Over a 25 year career, I've had the good fortune of investing across a broad spectrum from seed stage companies to leveraged buyouts. One of the reasons I do what I do at Amasia is the realization that my skills, such as they are, and more importantly my interests, are around investing at an earlier stage. This usually means pre-Series A to Series C.
The nomenclature is increasingly blurred -- there is a new blog post every week about how "seed is now the A" and "the B is now the C" and "the F is now the IPO" and "the IPO is now the take private" -- and so a better descriptor might involve company headcount. For me, pre-Series A to Series C usually translates to companies with between 5 and 100 people.
At this stage, the relationship between the VC and the founder(s) is central. But as an active investor, especially when you serve on a company's board, your role isn't one that lasts for a couple of months. It can last for years -- in some cases for well over a decade. And the role changes quite a bit over time.
As I see it, a VC's job falls into three buckets: 1. Cheerleading; 2. Helping to solve problems ("adding value"); and 3. Holding management accountable. The mix between these changes as companies grow. At the seed stage it's mostly buckets 1 and 2; at the Series A stage it's more of bucket 2, some bucket 3, and a fair dose of bucket 1; and at the Series B stage and beyond, it mostly bucket 2 and 3 with a bit of bucket 1.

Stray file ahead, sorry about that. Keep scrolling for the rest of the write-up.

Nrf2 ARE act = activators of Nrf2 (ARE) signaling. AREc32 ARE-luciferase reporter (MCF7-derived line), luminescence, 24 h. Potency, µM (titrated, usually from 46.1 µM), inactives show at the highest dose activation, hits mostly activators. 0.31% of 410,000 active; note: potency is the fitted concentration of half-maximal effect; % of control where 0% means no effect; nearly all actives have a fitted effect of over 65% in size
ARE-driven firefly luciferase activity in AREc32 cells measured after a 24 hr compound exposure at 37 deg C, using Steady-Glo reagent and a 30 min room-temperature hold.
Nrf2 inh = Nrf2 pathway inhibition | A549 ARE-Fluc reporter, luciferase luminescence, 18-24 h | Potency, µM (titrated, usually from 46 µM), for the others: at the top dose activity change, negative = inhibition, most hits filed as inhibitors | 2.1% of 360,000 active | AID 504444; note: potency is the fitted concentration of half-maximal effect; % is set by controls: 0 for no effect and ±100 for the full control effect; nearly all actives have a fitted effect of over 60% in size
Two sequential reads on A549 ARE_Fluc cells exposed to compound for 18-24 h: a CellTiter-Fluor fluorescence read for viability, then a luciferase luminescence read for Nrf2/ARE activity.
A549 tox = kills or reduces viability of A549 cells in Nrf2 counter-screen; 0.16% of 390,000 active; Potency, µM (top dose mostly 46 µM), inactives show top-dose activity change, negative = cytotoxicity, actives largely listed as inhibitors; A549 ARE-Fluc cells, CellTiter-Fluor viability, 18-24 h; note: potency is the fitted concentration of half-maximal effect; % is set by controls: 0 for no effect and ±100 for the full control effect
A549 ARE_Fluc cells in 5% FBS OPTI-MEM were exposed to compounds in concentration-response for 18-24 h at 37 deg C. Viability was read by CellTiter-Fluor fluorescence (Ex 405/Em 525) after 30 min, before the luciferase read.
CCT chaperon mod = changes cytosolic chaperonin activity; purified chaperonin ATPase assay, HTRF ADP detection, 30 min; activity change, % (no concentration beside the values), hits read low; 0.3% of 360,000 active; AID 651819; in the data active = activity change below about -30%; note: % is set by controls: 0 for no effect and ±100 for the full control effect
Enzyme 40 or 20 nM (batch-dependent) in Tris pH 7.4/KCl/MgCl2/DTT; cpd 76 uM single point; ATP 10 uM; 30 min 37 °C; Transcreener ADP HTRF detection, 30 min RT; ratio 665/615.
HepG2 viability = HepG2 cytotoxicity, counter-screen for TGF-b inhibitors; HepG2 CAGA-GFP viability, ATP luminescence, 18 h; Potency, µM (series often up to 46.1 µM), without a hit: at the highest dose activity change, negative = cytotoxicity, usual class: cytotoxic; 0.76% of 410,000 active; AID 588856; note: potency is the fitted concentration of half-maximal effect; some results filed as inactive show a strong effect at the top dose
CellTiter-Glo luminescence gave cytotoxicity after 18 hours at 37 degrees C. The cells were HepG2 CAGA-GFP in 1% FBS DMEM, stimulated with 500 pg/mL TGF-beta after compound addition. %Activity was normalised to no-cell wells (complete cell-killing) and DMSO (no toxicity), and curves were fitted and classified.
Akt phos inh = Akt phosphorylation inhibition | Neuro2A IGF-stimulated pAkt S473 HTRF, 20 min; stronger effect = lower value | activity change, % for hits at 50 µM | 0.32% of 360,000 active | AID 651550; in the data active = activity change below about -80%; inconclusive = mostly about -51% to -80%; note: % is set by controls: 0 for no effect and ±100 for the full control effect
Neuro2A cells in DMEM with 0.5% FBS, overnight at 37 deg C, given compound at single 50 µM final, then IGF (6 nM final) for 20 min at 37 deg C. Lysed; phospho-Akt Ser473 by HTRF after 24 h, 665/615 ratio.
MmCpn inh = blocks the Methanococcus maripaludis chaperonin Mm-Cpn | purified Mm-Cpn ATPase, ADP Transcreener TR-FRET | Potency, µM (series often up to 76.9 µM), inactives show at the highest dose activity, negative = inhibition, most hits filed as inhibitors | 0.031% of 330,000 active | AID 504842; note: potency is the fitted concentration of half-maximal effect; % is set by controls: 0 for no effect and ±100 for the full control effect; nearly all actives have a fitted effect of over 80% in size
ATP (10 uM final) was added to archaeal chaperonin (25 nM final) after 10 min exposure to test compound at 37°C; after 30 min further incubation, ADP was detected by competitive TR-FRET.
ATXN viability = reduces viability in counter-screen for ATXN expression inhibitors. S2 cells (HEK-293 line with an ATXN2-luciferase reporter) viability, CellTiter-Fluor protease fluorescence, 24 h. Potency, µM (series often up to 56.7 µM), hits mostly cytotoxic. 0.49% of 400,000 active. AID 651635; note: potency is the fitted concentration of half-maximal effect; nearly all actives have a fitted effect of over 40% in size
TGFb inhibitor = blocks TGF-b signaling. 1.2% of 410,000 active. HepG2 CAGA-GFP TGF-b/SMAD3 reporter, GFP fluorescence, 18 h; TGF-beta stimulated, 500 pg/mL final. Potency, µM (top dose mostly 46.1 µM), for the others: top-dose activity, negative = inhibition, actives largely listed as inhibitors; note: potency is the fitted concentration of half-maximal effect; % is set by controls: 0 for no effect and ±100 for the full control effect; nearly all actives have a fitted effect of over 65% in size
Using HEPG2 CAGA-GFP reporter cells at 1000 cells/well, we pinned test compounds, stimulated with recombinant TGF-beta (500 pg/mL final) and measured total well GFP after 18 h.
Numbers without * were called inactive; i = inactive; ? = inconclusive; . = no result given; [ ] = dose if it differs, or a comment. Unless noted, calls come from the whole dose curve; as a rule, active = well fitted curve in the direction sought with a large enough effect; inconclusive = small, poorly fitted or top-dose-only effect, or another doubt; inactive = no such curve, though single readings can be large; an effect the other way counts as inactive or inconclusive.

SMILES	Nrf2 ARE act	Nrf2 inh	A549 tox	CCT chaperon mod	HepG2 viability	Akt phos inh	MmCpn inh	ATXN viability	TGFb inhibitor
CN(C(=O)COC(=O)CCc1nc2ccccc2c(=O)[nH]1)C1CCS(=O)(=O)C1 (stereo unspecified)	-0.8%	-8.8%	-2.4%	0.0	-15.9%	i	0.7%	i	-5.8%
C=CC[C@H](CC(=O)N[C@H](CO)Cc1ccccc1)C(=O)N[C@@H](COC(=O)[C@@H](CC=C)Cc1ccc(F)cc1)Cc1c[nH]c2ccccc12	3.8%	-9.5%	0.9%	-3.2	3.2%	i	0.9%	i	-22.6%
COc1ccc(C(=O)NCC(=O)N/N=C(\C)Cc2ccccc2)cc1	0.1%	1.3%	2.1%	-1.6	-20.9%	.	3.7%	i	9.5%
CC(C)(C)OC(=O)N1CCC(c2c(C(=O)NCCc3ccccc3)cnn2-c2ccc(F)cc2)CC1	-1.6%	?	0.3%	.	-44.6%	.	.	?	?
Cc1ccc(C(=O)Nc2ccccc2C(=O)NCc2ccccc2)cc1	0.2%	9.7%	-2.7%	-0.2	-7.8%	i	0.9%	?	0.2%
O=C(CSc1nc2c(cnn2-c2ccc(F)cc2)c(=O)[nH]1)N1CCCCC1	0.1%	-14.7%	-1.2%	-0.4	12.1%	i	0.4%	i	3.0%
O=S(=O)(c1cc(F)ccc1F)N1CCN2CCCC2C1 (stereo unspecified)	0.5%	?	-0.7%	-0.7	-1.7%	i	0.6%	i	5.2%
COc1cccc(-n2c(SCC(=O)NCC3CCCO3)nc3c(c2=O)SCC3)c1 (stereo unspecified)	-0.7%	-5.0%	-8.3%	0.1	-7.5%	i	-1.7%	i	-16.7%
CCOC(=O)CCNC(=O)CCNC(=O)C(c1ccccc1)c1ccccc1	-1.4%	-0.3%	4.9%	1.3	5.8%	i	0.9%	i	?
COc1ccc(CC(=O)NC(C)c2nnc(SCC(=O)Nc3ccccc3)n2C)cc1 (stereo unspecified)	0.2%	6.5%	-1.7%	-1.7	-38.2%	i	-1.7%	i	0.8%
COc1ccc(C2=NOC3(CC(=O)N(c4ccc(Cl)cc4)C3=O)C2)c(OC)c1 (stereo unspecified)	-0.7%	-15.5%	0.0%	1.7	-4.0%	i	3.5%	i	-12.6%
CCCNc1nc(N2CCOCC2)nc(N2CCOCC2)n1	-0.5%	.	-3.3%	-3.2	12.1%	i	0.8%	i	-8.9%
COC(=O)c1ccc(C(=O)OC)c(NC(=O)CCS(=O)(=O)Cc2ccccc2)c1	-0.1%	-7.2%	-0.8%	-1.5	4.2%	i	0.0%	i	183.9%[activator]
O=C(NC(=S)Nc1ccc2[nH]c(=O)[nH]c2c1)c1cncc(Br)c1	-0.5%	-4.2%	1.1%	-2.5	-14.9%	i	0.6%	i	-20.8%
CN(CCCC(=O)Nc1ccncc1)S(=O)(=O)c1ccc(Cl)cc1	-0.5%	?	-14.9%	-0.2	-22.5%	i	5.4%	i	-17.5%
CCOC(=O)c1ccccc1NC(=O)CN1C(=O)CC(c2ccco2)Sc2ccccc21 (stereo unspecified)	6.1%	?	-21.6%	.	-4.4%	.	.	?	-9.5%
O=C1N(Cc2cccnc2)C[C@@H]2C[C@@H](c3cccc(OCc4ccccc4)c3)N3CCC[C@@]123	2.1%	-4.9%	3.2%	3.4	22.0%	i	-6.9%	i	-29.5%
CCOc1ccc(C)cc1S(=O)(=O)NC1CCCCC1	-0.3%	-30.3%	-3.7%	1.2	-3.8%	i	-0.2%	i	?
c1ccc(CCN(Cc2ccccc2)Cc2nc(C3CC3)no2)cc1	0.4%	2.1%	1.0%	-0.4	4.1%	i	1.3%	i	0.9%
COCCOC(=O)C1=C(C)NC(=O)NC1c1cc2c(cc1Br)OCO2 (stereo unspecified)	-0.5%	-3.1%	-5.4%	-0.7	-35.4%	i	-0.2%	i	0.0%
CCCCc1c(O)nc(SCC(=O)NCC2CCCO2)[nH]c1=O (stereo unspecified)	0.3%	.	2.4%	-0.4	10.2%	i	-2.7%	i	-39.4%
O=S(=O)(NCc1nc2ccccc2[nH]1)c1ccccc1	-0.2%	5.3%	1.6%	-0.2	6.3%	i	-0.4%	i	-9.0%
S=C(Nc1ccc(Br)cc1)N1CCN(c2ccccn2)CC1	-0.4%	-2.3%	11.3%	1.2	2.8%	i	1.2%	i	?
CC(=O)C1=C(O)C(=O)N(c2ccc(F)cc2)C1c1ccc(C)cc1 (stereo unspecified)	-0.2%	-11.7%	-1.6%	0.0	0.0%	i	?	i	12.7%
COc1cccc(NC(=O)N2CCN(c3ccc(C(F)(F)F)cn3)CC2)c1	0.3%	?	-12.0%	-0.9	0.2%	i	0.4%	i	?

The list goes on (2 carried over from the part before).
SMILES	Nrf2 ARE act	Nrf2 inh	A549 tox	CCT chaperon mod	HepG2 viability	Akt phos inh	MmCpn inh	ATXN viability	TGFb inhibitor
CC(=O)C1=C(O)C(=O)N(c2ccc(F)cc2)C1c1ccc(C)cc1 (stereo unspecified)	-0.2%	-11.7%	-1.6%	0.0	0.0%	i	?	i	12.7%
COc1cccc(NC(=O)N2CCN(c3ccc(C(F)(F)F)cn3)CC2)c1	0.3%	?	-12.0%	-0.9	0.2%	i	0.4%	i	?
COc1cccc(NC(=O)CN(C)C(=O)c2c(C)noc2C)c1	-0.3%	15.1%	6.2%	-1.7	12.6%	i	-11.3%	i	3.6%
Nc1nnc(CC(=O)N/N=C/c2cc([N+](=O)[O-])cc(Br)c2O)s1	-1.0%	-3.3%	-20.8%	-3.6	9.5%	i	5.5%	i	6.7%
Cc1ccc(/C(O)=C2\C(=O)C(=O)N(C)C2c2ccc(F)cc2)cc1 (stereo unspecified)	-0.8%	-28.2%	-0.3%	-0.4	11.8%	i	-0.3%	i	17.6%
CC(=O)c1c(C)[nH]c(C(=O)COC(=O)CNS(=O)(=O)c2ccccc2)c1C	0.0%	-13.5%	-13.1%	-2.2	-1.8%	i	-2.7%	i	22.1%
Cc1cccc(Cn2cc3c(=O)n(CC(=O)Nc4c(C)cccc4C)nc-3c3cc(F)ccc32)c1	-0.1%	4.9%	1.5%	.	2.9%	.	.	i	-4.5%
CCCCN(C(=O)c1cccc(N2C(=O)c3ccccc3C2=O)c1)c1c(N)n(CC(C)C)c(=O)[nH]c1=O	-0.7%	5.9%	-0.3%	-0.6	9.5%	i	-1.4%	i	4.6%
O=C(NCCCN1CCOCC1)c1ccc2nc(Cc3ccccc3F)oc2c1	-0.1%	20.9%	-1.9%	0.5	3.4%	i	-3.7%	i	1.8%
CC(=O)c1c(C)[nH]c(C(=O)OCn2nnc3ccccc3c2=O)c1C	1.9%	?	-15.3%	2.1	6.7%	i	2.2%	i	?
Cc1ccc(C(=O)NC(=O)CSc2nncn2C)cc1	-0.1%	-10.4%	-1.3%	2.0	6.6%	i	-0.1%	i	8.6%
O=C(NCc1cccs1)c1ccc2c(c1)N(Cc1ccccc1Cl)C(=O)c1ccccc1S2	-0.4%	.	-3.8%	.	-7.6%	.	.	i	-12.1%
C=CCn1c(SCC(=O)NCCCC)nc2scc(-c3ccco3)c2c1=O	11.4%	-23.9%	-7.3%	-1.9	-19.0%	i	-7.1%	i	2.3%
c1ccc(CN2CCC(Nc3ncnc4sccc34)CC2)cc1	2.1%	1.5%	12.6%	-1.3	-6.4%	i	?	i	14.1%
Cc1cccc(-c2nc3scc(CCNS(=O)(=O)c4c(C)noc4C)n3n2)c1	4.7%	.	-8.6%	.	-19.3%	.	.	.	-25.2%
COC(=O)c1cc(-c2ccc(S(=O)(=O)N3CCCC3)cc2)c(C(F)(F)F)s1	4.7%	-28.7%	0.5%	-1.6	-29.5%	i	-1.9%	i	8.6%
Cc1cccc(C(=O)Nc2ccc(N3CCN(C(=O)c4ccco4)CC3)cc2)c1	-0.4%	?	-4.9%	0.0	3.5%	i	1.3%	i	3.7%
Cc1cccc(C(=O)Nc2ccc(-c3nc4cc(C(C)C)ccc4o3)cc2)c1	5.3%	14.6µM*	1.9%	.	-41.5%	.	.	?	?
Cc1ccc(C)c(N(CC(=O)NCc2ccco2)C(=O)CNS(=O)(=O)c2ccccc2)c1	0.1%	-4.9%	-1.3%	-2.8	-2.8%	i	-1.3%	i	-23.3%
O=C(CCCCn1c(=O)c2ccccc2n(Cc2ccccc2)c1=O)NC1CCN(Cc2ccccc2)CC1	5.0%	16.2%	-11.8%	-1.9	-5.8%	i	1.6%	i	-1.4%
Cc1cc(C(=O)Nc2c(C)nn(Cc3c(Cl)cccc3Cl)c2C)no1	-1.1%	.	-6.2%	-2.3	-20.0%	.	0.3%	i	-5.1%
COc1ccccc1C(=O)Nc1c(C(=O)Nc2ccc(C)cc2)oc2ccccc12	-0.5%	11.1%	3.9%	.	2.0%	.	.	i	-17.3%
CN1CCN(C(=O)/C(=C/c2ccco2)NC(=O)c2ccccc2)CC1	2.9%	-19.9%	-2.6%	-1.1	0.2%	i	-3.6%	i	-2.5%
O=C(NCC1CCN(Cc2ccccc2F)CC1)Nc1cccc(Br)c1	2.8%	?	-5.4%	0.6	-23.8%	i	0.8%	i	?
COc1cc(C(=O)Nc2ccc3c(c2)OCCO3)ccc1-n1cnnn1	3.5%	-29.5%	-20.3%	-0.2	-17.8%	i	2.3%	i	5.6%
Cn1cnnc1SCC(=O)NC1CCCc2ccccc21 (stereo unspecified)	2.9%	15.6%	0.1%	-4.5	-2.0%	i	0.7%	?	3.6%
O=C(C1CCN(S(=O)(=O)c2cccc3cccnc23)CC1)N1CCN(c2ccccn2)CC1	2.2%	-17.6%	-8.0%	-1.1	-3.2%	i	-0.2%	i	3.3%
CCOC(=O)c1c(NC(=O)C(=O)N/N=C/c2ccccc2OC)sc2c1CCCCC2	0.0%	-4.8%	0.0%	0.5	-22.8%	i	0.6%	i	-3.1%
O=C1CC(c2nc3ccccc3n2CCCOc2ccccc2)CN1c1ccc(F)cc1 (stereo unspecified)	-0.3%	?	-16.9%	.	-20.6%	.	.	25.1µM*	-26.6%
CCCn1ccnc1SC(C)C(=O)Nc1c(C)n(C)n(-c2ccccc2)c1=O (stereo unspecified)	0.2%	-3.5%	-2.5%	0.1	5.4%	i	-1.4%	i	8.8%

I've found over the years that I need to think more intentionally about how to evolve the relationship as a company and a management team evolve. This is a transition that is quite difficult for a VC investor; it's certainly been difficult for me. I'd say I've gotten it right no more than 20% of the time. What happens most of the time is that there is a less-than-perfect transition in the mix between the three buckets, there is turbulence to varying degrees, and then a new equilibrium is reached.
The "best" founders, in my experience, also see the need for a transition as their company matures (in all respects, not just the relationship with an involved VC). This makes everyone's life easier, as we're all then pulling our oars in the same direction.
There is another approach: to let a new lead investor, coming into a later round, play the role in bucket 3. This is quite common, but I feel it amounts to shirking a responsibility. Part of my job is to prepare the company and the founder for a more professional board and company environment. A dynamic in which an earlier investor is the perceived cuddly one and the later investor is the perceived schmuck is a terrible dynamic.
There are many variations on this theme, including the inverted sequence where it's the early stage investor that's been much more focused on bucket 3, leaving a bruised founder(s) who's understandably dying to get to a slightly less prickly investor landscape. But in all scenarios, there is a transition in the VC investor's role as a company matures, and it's rarely straightforward.